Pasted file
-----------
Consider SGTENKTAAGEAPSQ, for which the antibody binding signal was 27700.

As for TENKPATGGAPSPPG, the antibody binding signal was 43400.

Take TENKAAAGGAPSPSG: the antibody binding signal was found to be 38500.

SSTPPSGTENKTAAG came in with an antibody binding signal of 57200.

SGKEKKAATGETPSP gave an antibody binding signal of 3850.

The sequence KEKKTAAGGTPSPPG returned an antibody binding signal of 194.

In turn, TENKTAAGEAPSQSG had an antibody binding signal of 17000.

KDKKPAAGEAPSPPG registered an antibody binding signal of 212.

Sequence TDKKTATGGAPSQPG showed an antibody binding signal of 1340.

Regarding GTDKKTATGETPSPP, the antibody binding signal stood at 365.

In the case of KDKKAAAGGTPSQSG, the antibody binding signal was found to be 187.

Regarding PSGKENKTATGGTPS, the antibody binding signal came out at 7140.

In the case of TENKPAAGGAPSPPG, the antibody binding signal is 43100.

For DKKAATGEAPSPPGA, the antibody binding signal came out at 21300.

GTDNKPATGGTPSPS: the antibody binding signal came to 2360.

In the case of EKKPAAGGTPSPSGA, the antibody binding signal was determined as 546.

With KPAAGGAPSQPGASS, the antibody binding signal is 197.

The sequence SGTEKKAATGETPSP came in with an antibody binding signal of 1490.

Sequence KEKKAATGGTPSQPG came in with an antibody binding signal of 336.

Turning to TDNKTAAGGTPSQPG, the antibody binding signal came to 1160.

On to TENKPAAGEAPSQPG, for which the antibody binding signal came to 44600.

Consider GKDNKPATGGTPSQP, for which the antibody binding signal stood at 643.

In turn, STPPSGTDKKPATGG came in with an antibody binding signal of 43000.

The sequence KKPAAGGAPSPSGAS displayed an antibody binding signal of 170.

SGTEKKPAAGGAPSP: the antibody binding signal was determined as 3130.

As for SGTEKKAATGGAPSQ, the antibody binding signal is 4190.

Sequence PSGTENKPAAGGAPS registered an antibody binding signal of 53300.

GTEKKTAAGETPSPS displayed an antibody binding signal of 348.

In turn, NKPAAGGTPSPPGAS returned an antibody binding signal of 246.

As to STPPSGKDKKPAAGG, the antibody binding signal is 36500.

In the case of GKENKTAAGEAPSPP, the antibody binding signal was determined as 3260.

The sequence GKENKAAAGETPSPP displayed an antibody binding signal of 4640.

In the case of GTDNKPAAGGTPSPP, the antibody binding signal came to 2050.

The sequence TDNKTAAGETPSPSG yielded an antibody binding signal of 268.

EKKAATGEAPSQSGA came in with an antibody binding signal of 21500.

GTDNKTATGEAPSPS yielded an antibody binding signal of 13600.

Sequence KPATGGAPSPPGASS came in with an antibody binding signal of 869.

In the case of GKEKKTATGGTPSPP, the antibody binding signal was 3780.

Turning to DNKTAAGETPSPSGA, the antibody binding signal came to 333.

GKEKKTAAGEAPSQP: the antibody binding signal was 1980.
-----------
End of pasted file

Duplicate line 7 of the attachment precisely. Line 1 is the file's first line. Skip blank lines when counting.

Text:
In turn, TENKTAAGEAPSQSG had an antibody binding signal of 17000.